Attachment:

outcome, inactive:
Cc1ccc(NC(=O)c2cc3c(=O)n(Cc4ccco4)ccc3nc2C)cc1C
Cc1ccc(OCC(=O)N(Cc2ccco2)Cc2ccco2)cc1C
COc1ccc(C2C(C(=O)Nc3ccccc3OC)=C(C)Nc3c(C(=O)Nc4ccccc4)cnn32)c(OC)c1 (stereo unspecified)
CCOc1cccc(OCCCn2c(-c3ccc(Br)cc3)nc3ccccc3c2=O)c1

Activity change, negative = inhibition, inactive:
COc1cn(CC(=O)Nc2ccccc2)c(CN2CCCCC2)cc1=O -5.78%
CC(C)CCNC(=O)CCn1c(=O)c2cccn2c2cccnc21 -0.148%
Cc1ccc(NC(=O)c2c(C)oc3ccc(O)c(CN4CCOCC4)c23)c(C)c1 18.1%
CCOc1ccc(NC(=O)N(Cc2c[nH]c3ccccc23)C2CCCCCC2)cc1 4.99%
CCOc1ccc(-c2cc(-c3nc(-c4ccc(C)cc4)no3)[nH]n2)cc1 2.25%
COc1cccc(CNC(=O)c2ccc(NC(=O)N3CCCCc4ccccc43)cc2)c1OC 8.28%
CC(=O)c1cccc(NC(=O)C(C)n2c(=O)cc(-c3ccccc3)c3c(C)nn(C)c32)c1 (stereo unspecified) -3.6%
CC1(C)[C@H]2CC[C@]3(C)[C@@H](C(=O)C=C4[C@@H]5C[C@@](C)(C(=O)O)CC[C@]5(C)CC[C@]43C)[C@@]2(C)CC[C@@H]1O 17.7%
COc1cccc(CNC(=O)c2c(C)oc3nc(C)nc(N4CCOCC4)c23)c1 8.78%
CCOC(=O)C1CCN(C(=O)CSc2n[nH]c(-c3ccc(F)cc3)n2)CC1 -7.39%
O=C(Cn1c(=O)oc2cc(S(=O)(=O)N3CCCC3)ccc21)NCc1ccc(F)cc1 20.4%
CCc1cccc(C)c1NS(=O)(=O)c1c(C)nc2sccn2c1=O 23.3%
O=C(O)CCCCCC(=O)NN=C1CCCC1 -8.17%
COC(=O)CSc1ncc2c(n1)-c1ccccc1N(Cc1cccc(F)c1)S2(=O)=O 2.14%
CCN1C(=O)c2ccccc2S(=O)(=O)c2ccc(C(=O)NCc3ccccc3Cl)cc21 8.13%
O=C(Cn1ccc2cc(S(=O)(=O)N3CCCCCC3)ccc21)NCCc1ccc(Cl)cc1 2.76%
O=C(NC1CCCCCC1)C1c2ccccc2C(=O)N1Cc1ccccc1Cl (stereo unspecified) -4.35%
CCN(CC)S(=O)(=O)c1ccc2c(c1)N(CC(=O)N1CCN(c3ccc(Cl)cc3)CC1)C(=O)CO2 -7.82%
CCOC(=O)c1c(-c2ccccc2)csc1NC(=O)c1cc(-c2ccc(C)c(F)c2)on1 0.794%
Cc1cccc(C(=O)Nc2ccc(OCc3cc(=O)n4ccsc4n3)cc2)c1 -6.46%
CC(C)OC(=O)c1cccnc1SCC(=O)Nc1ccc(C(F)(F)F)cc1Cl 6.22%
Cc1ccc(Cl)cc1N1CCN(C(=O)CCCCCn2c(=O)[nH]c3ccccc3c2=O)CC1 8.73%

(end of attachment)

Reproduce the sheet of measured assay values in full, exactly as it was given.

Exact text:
outcome, inactive:
Cc1ccc(NC(=O)c2cc3c(=O)n(Cc4ccco4)ccc3nc2C)cc1C
Cc1ccc(OCC(=O)N(Cc2ccco2)Cc2ccco2)cc1C
COc1ccc(C2C(C(=O)Nc3ccccc3OC)=C(C)Nc3c(C(=O)Nc4ccccc4)cnn32)c(OC)c1 (stereo unspecified)
CCOc1cccc(OCCCn2c(-c3ccc(Br)cc3)nc3ccccc3c2=O)c1

Activity change, negative = inhibition, inactive:
COc1cn(CC(=O)Nc2ccccc2)c(CN2CCCCC2)cc1=O -5.78%
CC(C)CCNC(=O)CCn1c(=O)c2cccn2c2cccnc21 -0.148%
Cc1ccc(NC(=O)c2c(C)oc3ccc(O)c(CN4CCOCC4)c23)c(C)c1 18.1%
CCOc1ccc(NC(=O)N(Cc2c[nH]c3ccccc23)C2CCCCCC2)cc1 4.99%
CCOc1ccc(-c2cc(-c3nc(-c4ccc(C)cc4)no3)[nH]n2)cc1 2.25%
COc1cccc(CNC(=O)c2ccc(NC(=O)N3CCCCc4ccccc43)cc2)c1OC 8.28%
CC(=O)c1cccc(NC(=O)C(C)n2c(=O)cc(-c3ccccc3)c3c(C)nn(C)c32)c1 (stereo unspecified) -3.6%
CC1(C)[C@H]2CC[C@]3(C)[C@@H](C(=O)C=C4[C@@H]5C[C@@](C)(C(=O)O)CC[C@]5(C)CC[C@]43C)[C@@]2(C)CC[C@@H]1O 17.7%
COc1cccc(CNC(=O)c2c(C)oc3nc(C)nc(N4CCOCC4)c23)c1 8.78%
CCOC(=O)C1CCN(C(=O)CSc2n[nH]c(-c3ccc(F)cc3)n2)CC1 -7.39%
O=C(Cn1c(=O)oc2cc(S(=O)(=O)N3CCCC3)ccc21)NCc1ccc(F)cc1 20.4%
CCc1cccc(C)c1NS(=O)(=O)c1c(C)nc2sccn2c1=O 23.3%
O=C(O)CCCCCC(=O)NN=C1CCCC1 -8.17%
COC(=O)CSc1ncc2c(n1)-c1ccccc1N(Cc1cccc(F)c1)S2(=O)=O 2.14%
CCN1C(=O)c2ccccc2S(=O)(=O)c2ccc(C(=O)NCc3ccccc3Cl)cc21 8.13%
O=C(Cn1ccc2cc(S(=O)(=O)N3CCCCCC3)ccc21)NCCc1ccc(Cl)cc1 2.76%
O=C(NC1CCCCCC1)C1c2ccccc2C(=O)N1Cc1ccccc1Cl (stereo unspecified) -4.35%
CCN(CC)S(=O)(=O)c1ccc2c(c1)N(CC(=O)N1CCN(c3ccc(Cl)cc3)CC1)C(=O)CO2 -7.82%
CCOC(=O)c1c(-c2ccccc2)csc1NC(=O)c1cc(-c2ccc(C)c(F)c2)on1 0.794%
Cc1cccc(C(=O)Nc2ccc(OCc3cc(=O)n4ccsc4n3)cc2)c1 -6.46%
CC(C)OC(=O)c1cccnc1SCC(=O)Nc1ccc(C(F)(F)F)cc1Cl 6.22%
Cc1ccc(Cl)cc1N1CCN(C(=O)CCCCCn2c(=O)[nH]c3ccccc3c2=O)CC1 8.73%